Aud Wengronowitz, assistant director of recruiting and admissions for the part-time MBA program, is of Chinese heritage and grew up in Thailand. “It’s important that potential students receive materials that reflect their community, and meet College of Business faculty and staff who understand their culture-related concerns,” she commented.

Once students arrive at St. Thomas, Owens noted, “COB leadership is actively engaging faculty of color and diverse orientations to help students from diverse backgrounds find a home here at UST that is challenging academically, yet embraces their unique perspectives and experiences. I  personally relish the chance to mentor any student, either minority or majority, who seeks to delve into the value that diversity brings to our learning community.”

Community PartnershipsThe College of Business is an active participant in a number of local and national consortia to promote successful business careers for American minority students. College of Business staff and faculty are active in the Twin Cities chapters of the National Black MBA Association (NBMBAA), the National Society of Hispanic MBAs (NSHMBA), and the National Association of Asian-American Professionals.

These organizations, consisting of business professionals and educators from the top companies and business schools in the Twin Cities area, sponsor networking events, corporate visits, panels, speakers, scholarship programs, and both local and national career fairs for business students. The Multicultural Forum, an annual event co-sponsored by the Twin Cities chapter of NBMBAA and the College of Business, and coordinated by St. Thomas’ Steve Humerickhouse, has become the premier regional event focusing on work-force diversity.

Amanda Reed, current UST MBA student of Hispanic background, is active in NSHMBA and credits contacts made during NSHMBA corporate receptions for helping her land an exciting summer internship with Target Corp. “I am the student liaison between NSHMBA and St. Thomas. Active NSHMBA membership really makes a difference in the kinds of contacts you develop and the support you feel as you begin your business career."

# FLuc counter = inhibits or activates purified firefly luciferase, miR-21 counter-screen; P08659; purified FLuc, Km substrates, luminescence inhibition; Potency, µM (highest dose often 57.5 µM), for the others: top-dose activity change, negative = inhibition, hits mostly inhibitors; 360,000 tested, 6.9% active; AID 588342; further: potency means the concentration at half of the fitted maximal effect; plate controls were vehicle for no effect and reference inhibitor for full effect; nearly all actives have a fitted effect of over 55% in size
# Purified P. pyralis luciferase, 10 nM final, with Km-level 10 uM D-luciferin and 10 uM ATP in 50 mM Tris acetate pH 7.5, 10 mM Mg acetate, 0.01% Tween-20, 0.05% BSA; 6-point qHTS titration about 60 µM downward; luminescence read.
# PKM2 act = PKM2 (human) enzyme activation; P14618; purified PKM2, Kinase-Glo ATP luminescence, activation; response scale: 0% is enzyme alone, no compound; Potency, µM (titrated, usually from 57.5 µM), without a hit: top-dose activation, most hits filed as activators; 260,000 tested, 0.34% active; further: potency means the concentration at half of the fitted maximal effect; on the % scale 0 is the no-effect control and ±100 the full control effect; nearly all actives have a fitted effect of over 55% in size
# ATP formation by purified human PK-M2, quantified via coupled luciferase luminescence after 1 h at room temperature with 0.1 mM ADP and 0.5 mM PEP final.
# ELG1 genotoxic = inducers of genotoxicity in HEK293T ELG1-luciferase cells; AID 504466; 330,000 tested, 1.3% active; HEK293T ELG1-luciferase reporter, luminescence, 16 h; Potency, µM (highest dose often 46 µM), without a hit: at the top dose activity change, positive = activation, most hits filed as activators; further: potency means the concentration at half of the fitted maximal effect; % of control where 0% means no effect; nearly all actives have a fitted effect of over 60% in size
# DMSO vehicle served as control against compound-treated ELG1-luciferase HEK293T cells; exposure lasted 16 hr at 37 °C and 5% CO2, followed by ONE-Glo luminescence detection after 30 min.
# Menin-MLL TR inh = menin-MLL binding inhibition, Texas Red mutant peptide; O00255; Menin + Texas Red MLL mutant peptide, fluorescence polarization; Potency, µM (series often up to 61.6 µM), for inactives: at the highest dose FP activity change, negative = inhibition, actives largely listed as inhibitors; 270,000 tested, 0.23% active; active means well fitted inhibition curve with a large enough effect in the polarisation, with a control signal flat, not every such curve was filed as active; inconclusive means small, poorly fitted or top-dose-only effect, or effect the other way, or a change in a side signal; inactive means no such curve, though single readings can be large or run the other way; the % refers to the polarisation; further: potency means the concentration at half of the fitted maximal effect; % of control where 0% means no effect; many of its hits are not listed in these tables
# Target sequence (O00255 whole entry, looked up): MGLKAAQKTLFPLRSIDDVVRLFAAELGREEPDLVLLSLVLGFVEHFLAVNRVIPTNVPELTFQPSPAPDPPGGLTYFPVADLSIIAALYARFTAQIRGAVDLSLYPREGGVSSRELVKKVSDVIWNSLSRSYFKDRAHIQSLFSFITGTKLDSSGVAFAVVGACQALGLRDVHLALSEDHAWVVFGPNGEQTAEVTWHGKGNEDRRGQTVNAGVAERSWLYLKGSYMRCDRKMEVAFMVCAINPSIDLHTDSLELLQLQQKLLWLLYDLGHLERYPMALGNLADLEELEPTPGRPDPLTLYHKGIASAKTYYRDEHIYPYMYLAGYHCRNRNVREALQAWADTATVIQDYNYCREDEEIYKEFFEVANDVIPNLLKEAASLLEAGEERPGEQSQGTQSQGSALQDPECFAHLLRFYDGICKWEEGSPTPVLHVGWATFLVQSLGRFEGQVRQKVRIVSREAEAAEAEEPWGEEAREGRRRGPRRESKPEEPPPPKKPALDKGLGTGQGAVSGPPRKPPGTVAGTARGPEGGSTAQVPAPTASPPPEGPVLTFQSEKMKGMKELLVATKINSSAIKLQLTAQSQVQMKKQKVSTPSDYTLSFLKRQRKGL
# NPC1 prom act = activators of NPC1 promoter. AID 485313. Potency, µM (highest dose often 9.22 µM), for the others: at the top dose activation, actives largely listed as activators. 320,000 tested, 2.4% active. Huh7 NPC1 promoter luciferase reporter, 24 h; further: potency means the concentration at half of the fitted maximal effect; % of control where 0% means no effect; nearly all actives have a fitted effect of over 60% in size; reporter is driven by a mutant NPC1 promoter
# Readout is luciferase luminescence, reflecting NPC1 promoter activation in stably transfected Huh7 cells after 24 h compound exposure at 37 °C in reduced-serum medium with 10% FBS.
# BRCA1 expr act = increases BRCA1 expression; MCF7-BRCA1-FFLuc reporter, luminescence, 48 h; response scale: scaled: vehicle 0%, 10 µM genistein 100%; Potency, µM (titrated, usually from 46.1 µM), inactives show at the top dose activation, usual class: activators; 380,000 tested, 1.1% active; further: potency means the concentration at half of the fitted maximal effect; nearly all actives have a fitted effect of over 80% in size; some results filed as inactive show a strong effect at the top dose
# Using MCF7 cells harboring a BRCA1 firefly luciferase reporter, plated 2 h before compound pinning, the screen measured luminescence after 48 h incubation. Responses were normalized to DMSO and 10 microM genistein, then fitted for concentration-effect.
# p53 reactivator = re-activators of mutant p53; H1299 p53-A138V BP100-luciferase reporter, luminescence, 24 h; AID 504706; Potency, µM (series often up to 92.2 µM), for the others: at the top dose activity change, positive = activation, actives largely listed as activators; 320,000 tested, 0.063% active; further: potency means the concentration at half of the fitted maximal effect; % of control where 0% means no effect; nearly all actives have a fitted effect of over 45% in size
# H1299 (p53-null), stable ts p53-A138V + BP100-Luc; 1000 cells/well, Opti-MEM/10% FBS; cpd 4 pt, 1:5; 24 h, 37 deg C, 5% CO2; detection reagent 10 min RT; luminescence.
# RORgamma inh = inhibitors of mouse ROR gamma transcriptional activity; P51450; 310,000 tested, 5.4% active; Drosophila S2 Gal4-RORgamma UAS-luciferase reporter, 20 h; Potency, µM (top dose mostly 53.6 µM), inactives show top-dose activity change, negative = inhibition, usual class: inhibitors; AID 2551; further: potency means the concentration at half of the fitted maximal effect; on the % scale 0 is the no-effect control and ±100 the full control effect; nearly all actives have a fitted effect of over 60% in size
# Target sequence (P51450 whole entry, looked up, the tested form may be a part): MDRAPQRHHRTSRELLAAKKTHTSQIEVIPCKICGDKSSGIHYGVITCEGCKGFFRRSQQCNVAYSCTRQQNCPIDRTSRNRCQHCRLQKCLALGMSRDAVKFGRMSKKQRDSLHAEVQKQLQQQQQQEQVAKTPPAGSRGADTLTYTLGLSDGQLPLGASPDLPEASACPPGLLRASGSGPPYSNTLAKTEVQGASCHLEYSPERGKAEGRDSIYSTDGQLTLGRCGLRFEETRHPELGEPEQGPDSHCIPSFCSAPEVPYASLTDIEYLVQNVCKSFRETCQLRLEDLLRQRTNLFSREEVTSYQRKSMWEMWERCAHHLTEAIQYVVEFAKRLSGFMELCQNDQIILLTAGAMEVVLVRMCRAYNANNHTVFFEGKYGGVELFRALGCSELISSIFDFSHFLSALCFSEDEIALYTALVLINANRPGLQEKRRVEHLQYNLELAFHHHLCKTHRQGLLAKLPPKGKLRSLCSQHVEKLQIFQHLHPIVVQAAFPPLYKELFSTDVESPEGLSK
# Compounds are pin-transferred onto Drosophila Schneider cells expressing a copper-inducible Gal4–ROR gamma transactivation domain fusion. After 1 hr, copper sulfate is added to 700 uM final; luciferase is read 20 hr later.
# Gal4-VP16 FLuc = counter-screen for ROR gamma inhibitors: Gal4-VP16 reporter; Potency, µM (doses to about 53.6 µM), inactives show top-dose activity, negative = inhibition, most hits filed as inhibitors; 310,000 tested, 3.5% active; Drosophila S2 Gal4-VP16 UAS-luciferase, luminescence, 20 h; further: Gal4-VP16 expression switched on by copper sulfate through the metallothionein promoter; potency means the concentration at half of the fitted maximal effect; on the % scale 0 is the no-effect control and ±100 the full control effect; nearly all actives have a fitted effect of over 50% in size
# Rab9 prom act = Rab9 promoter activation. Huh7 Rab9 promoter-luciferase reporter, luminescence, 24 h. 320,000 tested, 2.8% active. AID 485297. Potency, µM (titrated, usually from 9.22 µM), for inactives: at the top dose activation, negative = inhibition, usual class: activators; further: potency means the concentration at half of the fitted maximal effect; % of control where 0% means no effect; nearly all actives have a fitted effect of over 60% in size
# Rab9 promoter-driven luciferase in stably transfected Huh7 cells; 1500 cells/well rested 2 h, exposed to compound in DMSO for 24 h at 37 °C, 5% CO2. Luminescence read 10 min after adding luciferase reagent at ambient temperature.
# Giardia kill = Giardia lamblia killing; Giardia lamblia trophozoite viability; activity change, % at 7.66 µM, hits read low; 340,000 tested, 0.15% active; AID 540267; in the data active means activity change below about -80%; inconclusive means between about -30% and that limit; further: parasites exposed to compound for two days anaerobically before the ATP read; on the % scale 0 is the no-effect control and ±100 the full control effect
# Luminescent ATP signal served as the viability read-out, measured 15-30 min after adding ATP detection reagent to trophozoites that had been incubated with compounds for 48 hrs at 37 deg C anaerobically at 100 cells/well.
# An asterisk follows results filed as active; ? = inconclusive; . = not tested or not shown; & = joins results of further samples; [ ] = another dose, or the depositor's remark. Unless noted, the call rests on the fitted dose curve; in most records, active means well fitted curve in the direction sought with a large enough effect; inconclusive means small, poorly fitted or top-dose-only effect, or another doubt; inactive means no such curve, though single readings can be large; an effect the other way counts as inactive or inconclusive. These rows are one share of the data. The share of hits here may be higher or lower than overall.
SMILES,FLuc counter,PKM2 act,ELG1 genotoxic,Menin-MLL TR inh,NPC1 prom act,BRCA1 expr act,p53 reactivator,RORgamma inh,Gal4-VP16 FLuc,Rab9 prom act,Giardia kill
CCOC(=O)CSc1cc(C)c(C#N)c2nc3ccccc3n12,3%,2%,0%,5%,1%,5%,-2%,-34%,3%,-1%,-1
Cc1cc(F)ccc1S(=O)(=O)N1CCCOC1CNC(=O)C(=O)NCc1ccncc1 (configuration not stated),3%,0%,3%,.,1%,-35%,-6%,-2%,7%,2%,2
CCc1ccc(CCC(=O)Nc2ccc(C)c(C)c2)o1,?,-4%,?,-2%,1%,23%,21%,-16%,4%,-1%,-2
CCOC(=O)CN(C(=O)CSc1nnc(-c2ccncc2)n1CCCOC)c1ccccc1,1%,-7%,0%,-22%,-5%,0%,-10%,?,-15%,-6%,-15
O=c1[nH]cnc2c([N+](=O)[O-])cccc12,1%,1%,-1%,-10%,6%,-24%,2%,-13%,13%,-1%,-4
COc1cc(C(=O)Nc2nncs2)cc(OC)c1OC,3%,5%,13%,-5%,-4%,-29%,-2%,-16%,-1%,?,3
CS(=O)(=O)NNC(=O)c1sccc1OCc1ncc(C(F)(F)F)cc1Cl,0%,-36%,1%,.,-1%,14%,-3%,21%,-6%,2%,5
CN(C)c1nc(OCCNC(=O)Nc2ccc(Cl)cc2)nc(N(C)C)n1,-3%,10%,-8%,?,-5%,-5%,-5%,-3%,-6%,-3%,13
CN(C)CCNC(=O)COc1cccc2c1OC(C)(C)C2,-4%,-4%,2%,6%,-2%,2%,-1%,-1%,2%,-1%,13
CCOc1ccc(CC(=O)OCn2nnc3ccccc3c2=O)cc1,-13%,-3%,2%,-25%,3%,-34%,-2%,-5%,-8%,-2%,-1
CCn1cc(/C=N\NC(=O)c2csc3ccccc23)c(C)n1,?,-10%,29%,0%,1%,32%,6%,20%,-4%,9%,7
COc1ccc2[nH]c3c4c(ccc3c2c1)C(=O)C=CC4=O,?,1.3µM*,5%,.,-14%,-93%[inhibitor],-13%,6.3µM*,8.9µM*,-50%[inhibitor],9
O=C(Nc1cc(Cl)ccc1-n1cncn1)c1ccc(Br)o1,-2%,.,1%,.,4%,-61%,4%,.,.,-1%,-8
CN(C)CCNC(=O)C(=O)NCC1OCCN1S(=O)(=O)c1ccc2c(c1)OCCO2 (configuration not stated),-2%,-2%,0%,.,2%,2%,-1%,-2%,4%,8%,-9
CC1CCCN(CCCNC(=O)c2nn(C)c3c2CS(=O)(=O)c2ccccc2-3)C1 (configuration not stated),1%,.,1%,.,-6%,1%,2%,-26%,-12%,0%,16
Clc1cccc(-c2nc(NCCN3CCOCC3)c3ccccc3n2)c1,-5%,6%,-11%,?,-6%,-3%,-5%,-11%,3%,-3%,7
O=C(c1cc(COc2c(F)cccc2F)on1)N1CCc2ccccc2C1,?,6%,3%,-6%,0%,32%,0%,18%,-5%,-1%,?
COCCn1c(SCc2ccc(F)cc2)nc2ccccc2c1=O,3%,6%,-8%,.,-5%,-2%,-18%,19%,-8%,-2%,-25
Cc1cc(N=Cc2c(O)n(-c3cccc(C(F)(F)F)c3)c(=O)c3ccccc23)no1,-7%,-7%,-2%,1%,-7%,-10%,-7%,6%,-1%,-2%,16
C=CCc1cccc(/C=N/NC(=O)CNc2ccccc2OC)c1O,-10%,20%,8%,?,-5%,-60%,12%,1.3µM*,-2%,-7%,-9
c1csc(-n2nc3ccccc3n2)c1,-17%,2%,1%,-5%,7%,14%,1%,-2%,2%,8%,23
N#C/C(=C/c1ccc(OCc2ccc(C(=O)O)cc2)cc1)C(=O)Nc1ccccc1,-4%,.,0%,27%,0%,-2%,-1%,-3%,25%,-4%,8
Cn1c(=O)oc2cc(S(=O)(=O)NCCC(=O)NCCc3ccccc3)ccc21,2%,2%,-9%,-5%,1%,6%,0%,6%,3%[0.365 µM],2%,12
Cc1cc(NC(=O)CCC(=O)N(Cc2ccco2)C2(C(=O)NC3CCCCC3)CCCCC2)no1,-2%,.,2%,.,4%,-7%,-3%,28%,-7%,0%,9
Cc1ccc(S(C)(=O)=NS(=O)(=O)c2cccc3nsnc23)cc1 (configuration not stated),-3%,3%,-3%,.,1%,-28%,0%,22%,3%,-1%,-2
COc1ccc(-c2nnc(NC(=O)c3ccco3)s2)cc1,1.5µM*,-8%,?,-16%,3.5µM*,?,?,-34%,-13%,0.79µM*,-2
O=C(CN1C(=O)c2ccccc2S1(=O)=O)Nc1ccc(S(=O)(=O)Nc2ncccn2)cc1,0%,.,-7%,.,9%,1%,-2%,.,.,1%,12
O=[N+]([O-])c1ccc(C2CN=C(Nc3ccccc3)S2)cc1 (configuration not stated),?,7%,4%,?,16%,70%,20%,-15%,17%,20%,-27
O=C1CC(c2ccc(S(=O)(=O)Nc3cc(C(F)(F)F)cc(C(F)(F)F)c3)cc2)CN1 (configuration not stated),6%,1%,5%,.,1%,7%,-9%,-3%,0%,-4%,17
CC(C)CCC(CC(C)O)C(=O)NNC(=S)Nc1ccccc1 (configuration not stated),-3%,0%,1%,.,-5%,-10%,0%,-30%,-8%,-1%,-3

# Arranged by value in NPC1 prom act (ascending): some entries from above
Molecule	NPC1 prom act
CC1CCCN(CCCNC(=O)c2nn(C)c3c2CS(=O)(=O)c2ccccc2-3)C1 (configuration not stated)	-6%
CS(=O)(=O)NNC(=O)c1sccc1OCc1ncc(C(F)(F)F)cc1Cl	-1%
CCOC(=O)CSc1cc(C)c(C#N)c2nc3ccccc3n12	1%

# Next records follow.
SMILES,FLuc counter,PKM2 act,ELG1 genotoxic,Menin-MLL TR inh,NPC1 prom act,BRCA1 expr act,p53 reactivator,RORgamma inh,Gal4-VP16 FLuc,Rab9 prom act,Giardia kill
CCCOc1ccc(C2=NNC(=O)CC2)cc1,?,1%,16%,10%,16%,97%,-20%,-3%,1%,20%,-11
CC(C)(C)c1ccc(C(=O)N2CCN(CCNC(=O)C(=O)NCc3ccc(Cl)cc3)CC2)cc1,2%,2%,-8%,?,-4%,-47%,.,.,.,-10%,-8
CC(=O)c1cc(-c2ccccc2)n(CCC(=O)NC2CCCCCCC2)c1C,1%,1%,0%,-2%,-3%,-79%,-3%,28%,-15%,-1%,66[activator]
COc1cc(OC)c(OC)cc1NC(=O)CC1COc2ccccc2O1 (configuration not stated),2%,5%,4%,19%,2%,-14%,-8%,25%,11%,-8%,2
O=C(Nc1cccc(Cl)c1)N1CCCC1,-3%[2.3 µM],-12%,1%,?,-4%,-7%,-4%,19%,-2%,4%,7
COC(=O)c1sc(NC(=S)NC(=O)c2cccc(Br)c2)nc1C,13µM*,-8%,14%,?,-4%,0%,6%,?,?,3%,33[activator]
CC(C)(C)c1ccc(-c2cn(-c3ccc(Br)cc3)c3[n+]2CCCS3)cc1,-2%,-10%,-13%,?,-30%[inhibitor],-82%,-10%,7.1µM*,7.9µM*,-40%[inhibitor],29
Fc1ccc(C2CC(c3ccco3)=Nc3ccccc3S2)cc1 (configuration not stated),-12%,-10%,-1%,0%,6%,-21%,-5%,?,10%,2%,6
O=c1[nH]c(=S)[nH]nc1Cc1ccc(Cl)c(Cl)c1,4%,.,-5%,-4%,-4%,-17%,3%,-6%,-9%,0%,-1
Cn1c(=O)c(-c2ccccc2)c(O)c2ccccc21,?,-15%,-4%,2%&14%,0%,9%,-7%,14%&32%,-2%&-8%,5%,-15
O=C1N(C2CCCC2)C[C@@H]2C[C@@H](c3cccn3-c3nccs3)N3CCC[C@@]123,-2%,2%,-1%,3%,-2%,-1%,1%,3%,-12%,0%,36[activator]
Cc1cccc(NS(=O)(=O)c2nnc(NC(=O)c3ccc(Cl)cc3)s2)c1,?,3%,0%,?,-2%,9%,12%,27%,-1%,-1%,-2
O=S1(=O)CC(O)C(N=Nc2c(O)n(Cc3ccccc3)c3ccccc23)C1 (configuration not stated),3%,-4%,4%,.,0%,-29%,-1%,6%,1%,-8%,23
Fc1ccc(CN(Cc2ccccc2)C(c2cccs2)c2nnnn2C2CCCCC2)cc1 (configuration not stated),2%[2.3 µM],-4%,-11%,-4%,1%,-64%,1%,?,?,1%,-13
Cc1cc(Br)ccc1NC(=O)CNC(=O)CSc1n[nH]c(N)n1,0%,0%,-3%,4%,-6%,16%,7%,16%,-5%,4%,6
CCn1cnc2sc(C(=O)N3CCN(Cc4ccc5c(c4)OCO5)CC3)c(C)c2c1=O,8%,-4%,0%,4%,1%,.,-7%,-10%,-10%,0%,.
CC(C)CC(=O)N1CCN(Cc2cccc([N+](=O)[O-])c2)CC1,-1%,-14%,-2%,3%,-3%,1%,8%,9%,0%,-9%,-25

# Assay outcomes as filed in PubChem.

Sue Moyer, assistant director of the Graduate Business Career Services (GBCS) office at St. Thomas, commented, "We prize the relationships that have developed between the College of Business and groups like NBMBAA and NSHMBA. Through them, we are able to attract more students from diverse backgrounds to graduate business education and also to help students secure challenging positions when they graduate. We truly appreciate the outstanding work of these organization in furthering those goals."

To the Future All these initiatives and activities serve one goal: to increase the rich diversity of students, faculty and staff who make up the St. Thomas business learning community. Movement toward this goal is an ongoing process, but the College of Business is well on its way. As Puto observed, "The strength of our country is in our willingness to embrace diversity-and our goal in the College of Business is to lead rather than merely follow that trend."